Wednesday, 24 September 2014

A Year in the life.....

There are many writers whose style I enjoy, and look for. Susan Hill is a popular and admirable author, but not one I generally read. The first Christmas after our marriage, Best Beloved gave me 'The Magic Apple Tree'.  I absolutely fell in love with it. It is very much a calendar of the country year, much in the tradition of Flora Thompson or Frances Kilvert.
This is a book which I come back to, and read regularly. It never fails to cheer me, when I am in low spirits. It is full of the gentle delights of small, homely things. So, although I don't read many of her other books, Susan Hill is one of my favourite writers.

Tuesday, 23 September 2014


Today is the Autumn Equinox. Balanced halfway between the end of Summer, and the beginning of Winter. Light and dark ( day and night ) of equal measure.
It has been an extraordinary year. An unusually wet winter, followed by an unusually dry Spring and Summer. We had two days of almost torrential rain, and then plunged into an Indian Summer. ( I am writing only of the local experience - other areas have been very different.)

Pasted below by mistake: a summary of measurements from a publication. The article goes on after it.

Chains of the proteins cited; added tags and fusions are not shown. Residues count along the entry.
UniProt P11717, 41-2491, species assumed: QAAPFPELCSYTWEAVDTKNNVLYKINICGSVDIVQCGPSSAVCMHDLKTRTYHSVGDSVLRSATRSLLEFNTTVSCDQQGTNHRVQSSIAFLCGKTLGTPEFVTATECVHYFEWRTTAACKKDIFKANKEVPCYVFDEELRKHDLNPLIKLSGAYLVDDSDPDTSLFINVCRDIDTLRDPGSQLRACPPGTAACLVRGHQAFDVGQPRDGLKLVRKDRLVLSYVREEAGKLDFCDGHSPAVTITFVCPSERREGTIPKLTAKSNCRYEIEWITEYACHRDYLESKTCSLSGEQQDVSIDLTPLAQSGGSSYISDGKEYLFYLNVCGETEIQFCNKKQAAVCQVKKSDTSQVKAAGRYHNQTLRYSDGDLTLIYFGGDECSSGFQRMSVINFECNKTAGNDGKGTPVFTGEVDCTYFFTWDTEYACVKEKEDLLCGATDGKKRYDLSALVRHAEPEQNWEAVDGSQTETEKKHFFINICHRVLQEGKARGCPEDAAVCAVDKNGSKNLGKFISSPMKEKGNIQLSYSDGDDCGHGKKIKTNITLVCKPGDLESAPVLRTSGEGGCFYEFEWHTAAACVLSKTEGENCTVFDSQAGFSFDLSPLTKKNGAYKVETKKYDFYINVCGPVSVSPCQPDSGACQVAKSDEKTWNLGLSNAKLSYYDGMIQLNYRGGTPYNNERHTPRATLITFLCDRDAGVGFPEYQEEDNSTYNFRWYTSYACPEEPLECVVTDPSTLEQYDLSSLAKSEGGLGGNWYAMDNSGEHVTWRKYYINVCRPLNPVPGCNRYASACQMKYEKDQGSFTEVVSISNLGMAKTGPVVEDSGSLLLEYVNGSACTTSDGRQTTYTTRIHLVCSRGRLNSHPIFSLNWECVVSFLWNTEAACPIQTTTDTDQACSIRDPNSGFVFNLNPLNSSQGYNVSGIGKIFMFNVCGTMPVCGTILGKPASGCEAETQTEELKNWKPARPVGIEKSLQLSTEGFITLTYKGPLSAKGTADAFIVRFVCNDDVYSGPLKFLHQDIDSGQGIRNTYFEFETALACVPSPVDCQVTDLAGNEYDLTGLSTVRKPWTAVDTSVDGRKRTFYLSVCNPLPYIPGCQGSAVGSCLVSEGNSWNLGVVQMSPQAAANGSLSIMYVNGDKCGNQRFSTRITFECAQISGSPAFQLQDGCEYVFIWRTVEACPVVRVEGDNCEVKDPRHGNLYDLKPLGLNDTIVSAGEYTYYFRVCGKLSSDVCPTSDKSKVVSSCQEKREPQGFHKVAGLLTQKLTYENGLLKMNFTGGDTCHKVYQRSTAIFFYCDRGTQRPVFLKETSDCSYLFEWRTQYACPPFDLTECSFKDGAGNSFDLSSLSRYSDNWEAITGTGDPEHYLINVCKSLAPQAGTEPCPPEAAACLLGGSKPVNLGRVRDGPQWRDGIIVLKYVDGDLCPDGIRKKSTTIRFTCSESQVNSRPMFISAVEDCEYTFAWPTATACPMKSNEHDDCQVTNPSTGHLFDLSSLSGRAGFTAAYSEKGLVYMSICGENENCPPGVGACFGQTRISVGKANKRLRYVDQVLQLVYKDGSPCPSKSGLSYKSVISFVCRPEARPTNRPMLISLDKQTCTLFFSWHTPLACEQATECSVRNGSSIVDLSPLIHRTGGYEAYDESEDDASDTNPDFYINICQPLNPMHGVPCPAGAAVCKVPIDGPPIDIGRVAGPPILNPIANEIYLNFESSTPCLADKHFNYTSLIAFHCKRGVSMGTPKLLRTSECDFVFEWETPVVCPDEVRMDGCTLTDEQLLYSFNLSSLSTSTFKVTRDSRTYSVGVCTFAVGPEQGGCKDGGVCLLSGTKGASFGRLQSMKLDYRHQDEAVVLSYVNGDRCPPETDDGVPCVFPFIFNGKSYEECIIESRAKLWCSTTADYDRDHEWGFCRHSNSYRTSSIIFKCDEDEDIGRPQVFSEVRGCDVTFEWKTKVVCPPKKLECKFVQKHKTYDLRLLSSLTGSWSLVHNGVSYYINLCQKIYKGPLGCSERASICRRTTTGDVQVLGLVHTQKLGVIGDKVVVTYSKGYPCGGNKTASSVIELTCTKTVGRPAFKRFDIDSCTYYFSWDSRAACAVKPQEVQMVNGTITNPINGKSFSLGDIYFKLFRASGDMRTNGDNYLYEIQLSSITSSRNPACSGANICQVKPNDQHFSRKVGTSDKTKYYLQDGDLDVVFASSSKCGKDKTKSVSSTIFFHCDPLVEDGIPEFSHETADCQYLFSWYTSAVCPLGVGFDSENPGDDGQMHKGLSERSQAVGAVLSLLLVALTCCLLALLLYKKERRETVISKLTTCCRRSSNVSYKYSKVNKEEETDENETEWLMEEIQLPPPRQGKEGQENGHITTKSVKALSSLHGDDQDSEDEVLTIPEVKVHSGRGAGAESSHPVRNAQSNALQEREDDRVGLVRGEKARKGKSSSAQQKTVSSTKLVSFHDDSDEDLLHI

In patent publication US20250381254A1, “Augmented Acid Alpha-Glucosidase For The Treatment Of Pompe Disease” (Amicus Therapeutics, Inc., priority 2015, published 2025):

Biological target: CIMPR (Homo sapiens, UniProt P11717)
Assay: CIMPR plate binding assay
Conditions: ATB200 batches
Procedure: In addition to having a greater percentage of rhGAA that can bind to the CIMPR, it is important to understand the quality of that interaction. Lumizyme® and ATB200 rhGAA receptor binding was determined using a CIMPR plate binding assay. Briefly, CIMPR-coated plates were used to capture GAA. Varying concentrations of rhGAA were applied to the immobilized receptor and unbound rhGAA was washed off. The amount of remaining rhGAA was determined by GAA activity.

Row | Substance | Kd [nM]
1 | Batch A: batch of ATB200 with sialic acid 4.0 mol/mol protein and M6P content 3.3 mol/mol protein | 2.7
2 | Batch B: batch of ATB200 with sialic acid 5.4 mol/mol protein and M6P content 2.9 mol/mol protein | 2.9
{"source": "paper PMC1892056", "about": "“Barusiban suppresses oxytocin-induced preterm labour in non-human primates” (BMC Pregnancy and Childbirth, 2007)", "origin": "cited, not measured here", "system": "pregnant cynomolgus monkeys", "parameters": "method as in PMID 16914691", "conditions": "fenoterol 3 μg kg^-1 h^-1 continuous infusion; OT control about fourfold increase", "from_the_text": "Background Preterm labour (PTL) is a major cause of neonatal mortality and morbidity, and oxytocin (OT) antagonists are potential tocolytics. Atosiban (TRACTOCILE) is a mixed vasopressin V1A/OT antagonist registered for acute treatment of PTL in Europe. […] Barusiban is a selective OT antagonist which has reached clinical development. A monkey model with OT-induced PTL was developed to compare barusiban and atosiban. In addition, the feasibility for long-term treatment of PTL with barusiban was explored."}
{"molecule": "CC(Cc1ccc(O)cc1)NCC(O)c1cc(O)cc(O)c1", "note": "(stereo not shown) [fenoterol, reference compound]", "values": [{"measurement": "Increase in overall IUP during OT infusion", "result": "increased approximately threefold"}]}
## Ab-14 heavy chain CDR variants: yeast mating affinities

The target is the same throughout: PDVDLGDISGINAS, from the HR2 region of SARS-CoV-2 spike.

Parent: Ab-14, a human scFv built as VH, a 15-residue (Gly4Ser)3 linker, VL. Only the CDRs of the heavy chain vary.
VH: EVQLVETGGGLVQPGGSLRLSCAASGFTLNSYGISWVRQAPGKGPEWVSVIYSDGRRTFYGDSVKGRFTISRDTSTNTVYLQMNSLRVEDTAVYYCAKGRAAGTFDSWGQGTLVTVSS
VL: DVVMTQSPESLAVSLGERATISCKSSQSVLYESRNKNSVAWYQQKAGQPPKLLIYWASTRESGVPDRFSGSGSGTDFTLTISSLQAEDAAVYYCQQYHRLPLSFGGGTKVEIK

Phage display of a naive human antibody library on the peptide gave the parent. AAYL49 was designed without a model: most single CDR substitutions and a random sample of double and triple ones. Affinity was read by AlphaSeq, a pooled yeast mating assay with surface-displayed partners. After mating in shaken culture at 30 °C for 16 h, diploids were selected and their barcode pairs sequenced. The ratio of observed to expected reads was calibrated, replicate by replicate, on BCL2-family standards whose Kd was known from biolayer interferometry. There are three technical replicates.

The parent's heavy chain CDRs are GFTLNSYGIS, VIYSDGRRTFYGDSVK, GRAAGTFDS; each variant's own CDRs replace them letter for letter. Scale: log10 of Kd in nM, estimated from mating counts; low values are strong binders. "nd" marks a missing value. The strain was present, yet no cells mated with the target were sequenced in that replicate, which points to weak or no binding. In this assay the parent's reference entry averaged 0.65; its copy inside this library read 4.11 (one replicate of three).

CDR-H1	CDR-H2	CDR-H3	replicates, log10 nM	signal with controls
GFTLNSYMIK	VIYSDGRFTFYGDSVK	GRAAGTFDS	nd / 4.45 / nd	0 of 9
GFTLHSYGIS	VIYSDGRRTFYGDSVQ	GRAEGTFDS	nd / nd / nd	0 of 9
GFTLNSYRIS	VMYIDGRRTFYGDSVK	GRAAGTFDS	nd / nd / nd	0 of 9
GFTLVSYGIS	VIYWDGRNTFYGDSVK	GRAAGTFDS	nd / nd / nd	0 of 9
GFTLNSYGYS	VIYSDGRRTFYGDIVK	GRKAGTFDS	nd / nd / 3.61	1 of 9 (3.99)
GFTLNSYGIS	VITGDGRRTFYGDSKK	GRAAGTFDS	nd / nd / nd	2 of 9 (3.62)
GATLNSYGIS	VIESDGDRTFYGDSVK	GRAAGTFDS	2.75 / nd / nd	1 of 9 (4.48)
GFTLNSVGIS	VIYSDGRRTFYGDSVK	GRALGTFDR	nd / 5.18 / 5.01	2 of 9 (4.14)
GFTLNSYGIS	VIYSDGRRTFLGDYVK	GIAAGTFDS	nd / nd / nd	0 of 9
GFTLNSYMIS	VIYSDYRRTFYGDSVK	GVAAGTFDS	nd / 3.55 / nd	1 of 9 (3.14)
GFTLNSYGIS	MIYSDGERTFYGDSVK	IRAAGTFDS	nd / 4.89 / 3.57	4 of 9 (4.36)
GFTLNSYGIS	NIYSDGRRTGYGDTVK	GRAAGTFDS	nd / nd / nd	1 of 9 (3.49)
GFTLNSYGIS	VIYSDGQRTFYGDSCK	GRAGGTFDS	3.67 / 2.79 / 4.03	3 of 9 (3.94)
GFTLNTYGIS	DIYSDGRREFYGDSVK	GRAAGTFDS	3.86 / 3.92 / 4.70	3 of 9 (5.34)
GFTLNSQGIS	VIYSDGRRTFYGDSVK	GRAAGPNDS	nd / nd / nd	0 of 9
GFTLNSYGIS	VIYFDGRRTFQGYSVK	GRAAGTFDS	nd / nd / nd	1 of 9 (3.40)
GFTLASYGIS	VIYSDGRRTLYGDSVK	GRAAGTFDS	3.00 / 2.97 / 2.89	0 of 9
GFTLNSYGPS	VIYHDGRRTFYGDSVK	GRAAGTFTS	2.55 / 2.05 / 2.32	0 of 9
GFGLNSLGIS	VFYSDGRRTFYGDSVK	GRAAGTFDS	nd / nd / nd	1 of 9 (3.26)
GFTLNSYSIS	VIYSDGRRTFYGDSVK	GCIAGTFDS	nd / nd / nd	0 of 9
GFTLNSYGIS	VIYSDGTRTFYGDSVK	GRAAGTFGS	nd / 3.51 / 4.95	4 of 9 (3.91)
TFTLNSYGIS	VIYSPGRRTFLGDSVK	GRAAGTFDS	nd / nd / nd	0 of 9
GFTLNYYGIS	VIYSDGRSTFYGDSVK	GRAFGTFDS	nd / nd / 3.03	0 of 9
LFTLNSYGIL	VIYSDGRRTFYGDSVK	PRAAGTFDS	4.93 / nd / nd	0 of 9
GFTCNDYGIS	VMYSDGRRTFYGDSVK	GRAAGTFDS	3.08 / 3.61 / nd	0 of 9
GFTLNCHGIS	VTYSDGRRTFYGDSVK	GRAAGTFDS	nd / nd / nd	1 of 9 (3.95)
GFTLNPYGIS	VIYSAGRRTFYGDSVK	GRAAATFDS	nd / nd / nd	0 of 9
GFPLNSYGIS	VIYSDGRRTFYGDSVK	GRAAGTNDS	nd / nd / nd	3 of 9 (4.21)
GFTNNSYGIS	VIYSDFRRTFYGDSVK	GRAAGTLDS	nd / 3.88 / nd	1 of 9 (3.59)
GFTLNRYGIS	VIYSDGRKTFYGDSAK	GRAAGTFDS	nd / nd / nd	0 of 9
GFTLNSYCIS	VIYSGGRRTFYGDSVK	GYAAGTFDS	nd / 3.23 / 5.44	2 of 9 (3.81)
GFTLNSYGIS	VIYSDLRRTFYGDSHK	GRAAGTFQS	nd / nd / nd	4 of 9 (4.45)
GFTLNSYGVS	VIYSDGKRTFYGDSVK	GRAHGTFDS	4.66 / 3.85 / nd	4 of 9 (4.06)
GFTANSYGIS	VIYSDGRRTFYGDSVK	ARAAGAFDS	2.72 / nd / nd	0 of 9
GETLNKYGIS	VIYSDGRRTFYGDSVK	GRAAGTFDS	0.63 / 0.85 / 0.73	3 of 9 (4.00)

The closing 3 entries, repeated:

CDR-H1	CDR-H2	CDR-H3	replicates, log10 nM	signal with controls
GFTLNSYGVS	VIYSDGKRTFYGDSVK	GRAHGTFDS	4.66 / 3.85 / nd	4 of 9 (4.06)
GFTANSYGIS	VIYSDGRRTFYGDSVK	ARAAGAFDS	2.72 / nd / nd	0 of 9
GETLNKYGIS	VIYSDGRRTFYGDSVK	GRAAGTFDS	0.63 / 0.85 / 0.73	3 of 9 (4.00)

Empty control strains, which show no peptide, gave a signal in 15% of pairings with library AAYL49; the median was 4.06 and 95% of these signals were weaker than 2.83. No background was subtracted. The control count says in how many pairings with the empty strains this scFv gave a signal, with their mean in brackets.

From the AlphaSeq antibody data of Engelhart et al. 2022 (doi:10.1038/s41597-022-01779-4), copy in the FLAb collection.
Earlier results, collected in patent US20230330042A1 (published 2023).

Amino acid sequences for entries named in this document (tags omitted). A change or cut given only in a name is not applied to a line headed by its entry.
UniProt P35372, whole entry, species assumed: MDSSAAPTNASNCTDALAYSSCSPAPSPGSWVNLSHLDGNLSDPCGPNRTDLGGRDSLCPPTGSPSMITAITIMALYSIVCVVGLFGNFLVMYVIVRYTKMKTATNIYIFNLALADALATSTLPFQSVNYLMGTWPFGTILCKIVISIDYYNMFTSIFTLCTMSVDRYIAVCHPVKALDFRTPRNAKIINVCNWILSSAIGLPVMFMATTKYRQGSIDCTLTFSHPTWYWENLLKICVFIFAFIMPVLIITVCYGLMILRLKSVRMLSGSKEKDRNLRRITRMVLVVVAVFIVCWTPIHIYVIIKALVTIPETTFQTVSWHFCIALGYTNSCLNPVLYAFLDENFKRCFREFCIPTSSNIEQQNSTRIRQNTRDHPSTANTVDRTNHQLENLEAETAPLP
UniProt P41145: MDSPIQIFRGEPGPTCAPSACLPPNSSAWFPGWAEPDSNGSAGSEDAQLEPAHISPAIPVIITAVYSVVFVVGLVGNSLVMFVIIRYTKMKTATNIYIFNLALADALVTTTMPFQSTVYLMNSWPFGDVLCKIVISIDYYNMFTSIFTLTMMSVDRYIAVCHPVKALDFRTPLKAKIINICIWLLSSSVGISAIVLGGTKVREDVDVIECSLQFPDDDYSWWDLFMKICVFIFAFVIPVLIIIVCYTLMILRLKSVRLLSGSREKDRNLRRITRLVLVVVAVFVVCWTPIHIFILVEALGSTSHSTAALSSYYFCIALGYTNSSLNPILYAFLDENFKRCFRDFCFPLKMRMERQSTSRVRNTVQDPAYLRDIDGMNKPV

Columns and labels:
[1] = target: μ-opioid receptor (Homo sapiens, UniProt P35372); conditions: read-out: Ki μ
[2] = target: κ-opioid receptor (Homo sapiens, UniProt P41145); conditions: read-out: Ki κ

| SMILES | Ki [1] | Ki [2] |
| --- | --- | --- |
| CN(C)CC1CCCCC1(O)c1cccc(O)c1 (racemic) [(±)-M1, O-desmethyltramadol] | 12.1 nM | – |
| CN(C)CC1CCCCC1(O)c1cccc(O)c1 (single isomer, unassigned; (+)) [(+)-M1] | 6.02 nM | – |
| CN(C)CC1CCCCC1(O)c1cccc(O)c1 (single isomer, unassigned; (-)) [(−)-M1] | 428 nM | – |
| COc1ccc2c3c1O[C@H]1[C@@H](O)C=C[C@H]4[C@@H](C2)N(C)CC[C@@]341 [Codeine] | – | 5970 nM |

I have heard that many people, having experienced bumper fruit crops last year, have fared less well this year. We have been lucky. Our apples have produced similar crops to last year. The pear tree, having been caught by a late frost, produced no ripe fruit last year.  This year, we had more than we can eat. Such a joy to be able to preserve some, and share some with family and friends. The plums did well, too, but went from ripe to mouldy  almost overnight, if not watched. The damsons are still being picked. The mulberry tree has produced a pleasing crop, too. We have to keep checking, and then picking when we see some ripe fruit .... the Blackbirds have discovered them, and will gorge themselves and take everything if they can.
In our hedgerows, the fruiting trees are looking good... Spindle Tree, ( above ) will split the calyx on the seeds soon, and the seeds will shine a bright orange though the pink shell.
In this picture, the fruit of the Dogwood look like blackberries, but the sprays of fruit are half the size of my hand.
These Sloes ( fruit of the Blackthorn ) will be ready for use after the first hard frost. The frost is necessary to produce what little sugar is available in the flesh. ( precious little! )

The dog roses and eglantynes have been wonderful, so the hedges are covered in these hips, really splashing the dulled green of late summer foliage with some life.
My first foray into growing Dahlias has been a great delight. I have had flowers from all the plants I started. Not many from some, and lots from others.
I can only remember the name of one. The amazing bloom above is from a dahlia called Nick Sr. It is the size of my hand with fingers spread out, like a star.
And this last one is actually much darker than the picture shows. A really rich, intense colour.